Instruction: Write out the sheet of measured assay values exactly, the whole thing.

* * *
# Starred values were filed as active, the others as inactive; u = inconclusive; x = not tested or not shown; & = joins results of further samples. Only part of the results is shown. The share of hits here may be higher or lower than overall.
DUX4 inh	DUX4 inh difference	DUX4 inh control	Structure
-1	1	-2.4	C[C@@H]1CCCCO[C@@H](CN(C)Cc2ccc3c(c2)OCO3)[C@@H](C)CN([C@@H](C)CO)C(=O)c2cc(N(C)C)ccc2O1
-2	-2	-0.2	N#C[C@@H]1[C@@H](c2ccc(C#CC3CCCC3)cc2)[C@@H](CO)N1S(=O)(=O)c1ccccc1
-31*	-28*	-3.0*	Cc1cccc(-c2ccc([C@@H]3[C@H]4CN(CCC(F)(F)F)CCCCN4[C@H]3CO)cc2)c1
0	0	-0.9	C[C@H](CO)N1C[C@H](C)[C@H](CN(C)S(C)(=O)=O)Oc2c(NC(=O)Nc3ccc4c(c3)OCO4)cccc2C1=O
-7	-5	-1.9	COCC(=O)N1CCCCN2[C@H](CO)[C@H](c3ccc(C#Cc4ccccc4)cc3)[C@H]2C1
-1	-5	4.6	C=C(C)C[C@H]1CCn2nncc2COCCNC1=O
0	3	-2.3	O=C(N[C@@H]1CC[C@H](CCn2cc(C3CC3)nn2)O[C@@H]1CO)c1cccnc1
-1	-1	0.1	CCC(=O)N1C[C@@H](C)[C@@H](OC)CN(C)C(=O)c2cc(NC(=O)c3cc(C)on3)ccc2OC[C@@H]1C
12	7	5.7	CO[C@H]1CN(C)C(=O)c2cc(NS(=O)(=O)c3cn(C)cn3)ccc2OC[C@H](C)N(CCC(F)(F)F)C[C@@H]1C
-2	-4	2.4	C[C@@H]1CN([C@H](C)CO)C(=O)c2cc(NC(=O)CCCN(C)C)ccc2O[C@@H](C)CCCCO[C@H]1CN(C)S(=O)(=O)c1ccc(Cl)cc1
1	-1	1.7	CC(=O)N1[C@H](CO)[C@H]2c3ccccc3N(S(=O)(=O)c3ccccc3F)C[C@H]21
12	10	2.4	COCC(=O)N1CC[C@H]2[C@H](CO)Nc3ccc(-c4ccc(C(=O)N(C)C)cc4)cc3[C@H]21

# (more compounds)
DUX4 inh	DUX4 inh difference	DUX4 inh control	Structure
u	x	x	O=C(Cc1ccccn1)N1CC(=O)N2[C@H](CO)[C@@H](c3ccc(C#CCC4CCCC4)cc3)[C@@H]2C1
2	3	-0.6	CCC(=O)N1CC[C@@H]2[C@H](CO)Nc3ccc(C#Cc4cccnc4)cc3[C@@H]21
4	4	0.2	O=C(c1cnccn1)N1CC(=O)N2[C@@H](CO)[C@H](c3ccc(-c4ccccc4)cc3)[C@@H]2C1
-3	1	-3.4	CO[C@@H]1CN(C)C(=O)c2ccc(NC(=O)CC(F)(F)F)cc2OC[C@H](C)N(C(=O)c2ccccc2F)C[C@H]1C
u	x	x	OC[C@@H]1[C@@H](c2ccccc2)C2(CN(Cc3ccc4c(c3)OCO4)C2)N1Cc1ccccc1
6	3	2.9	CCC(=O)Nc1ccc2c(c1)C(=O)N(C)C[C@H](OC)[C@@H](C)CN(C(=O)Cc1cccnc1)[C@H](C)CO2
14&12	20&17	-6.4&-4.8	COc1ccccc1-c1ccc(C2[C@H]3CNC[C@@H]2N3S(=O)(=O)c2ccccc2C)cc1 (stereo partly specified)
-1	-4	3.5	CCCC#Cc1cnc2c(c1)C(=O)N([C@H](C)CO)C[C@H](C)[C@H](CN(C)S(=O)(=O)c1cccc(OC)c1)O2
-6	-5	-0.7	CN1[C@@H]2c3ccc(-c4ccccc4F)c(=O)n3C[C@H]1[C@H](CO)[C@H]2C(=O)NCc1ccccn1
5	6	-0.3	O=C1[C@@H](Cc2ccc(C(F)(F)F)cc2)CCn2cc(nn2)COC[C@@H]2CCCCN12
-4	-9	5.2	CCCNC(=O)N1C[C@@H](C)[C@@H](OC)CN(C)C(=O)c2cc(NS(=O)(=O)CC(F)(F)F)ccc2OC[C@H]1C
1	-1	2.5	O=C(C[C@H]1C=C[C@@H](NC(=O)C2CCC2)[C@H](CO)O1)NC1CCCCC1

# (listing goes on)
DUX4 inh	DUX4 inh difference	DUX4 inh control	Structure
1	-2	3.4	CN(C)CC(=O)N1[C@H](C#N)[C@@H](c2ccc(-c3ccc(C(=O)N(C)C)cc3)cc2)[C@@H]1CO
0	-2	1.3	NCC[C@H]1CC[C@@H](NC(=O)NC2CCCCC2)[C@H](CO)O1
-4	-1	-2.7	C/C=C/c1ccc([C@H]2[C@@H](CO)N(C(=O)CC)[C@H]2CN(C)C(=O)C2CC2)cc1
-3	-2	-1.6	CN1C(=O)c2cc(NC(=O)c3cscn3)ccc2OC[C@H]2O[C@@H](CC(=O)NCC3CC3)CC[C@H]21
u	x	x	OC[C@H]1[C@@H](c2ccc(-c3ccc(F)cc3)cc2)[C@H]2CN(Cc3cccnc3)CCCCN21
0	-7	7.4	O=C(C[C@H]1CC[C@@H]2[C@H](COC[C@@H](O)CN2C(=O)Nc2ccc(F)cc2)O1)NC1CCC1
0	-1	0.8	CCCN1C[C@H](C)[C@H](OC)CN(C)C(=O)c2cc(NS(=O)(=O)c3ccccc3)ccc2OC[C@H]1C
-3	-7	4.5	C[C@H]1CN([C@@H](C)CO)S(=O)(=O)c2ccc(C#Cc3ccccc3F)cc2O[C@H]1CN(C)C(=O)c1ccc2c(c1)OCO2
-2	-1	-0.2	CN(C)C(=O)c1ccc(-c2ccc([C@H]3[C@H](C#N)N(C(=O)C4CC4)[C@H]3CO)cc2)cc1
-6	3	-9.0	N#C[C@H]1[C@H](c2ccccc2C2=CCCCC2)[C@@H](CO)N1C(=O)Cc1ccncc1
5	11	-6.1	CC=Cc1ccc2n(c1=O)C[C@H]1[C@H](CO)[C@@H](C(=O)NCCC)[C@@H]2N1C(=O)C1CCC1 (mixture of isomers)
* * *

# Starred values were filed as active, the others as inactive; u = inconclusive; x = not tested or not shown; & = joins results of further samples. Only part of the results is shown. The share of hits here may be higher or lower than overall.
DUX4 inh	DUX4 inh difference	DUX4 inh control	Structure
-1	1	-2.4	C[C@@H]1CCCCO[C@@H](CN(C)Cc2ccc3c(c2)OCO3)[C@@H](C)CN([C@@H](C)CO)C(=O)c2cc(N(C)C)ccc2O1
-2	-2	-0.2	N#C[C@@H]1[C@@H](c2ccc(C#CC3CCCC3)cc2)[C@@H](CO)N1S(=O)(=O)c1ccccc1
-31*	-28*	-3.0*	Cc1cccc(-c2ccc([C@@H]3[C@H]4CN(CCC(F)(F)F)CCCCN4[C@H]3CO)cc2)c1
0	0	-0.9	C[C@H](CO)N1C[C@H](C)[C@H](CN(C)S(C)(=O)=O)Oc2c(NC(=O)Nc3ccc4c(c3)OCO4)cccc2C1=O
-7	-5	-1.9	COCC(=O)N1CCCCN2[C@H](CO)[C@H](c3ccc(C#Cc4ccccc4)cc3)[C@H]2C1
-1	-5	4.6	C=C(C)C[C@H]1CCn2nncc2COCCNC1=O
0	3	-2.3	O=C(N[C@@H]1CC[C@H](CCn2cc(C3CC3)nn2)O[C@@H]1CO)c1cccnc1
-1	-1	0.1	CCC(=O)N1C[C@@H](C)[C@@H](OC)CN(C)C(=O)c2cc(NC(=O)c3cc(C)on3)ccc2OC[C@@H]1C
12	7	5.7	CO[C@H]1CN(C)C(=O)c2cc(NS(=O)(=O)c3cn(C)cn3)ccc2OC[C@H](C)N(CCC(F)(F)F)C[C@@H]1C
-2	-4	2.4	C[C@@H]1CN([C@H](C)CO)C(=O)c2cc(NC(=O)CCCN(C)C)ccc2O[C@@H](C)CCCCO[C@H]1CN(C)S(=O)(=O)c1ccc(Cl)cc1
1	-1	1.7	CC(=O)N1[C@H](CO)[C@H]2c3ccccc3N(S(=O)(=O)c3ccccc3F)C[C@H]21
12	10	2.4	COCC(=O)N1CC[C@H]2[C@H](CO)Nc3ccc(-c4ccc(C(=O)N(C)C)cc4)cc3[C@H]21

# (more compounds)
DUX4 inh	DUX4 inh difference	DUX4 inh control	Structure
u	x	x	O=C(Cc1ccccn1)N1CC(=O)N2[C@H](CO)[C@@H](c3ccc(C#CCC4CCCC4)cc3)[C@@H]2C1
2	3	-0.6	CCC(=O)N1CC[C@@H]2[C@H](CO)Nc3ccc(C#Cc4cccnc4)cc3[C@@H]21
4	4	0.2	O=C(c1cnccn1)N1CC(=O)N2[C@@H](CO)[C@H](c3ccc(-c4ccccc4)cc3)[C@@H]2C1
-3	1	-3.4	CO[C@@H]1CN(C)C(=O)c2ccc(NC(=O)CC(F)(F)F)cc2OC[C@H](C)N(C(=O)c2ccccc2F)C[C@H]1C
u	x	x	OC[C@@H]1[C@@H](c2ccccc2)C2(CN(Cc3ccc4c(c3)OCO4)C2)N1Cc1ccccc1
6	3	2.9	CCC(=O)Nc1ccc2c(c1)C(=O)N(C)C[C@H](OC)[C@@H](C)CN(C(=O)Cc1cccnc1)[C@H](C)CO2
14&12	20&17	-6.4&-4.8	COc1ccccc1-c1ccc(C2[C@H]3CNC[C@@H]2N3S(=O)(=O)c2ccccc2C)cc1 (stereo partly specified)
-1	-4	3.5	CCCC#Cc1cnc2c(c1)C(=O)N([C@H](C)CO)C[C@H](C)[C@H](CN(C)S(=O)(=O)c1cccc(OC)c1)O2
-6	-5	-0.7	CN1[C@@H]2c3ccc(-c4ccccc4F)c(=O)n3C[C@H]1[C@H](CO)[C@H]2C(=O)NCc1ccccn1
5	6	-0.3	O=C1[C@@H](Cc2ccc(C(F)(F)F)cc2)CCn2cc(nn2)COC[C@@H]2CCCCN12
-4	-9	5.2	CCCNC(=O)N1C[C@@H](C)[C@@H](OC)CN(C)C(=O)c2cc(NS(=O)(=O)CC(F)(F)F)ccc2OC[C@H]1C
1	-1	2.5	O=C(C[C@H]1C=C[C@@H](NC(=O)C2CCC2)[C@H](CO)O1)NC1CCCCC1

# (listing goes on)
DUX4 inh	DUX4 inh difference	DUX4 inh control	Structure
1	-2	3.4	CN(C)CC(=O)N1[C@H](C#N)[C@@H](c2ccc(-c3ccc(C(=O)N(C)C)cc3)cc2)[C@@H]1CO
0	-2	1.3	NCC[C@H]1CC[C@@H](NC(=O)NC2CCCCC2)[C@H](CO)O1
-4	-1	-2.7	C/C=C/c1ccc([C@H]2[C@@H](CO)N(C(=O)CC)[C@H]2CN(C)C(=O)C2CC2)cc1
-3	-2	-1.6	CN1C(=O)c2cc(NC(=O)c3cscn3)ccc2OC[C@H]2O[C@@H](CC(=O)NCC3CC3)CC[C@H]21
u	x	x	OC[C@H]1[C@@H](c2ccc(-c3ccc(F)cc3)cc2)[C@H]2CN(Cc3cccnc3)CCCCN21
0	-7	7.4	O=C(C[C@H]1CC[C@@H]2[C@H](COC[C@@H](O)CN2C(=O)Nc2ccc(F)cc2)O1)NC1CCC1
0	-1	0.8	CCCN1C[C@H](C)[C@H](OC)CN(C)C(=O)c2cc(NS(=O)(=O)c3ccccc3)ccc2OC[C@H]1C
-3	-7	4.5	C[C@H]1CN([C@@H](C)CO)S(=O)(=O)c2ccc(C#Cc3ccccc3F)cc2O[C@H]1CN(C)C(=O)c1ccc2c(c1)OCO2
-2	-1	-0.2	CN(C)C(=O)c1ccc(-c2ccc([C@H]3[C@H](C#N)N(C(=O)C4CC4)[C@H]3CO)cc2)cc1
-6	3	-9.0	N#C[C@H]1[C@H](c2ccccc2C2=CCCCC2)[C@@H](CO)N1C(=O)Cc1ccncc1
5	11	-6.1	CC=Cc1ccc2n(c1=O)C[C@H]1[C@H](CO)[C@@H](C(=O)NCCC)[C@@H]2N1C(=O)C1CCC1 (mixture of isomers)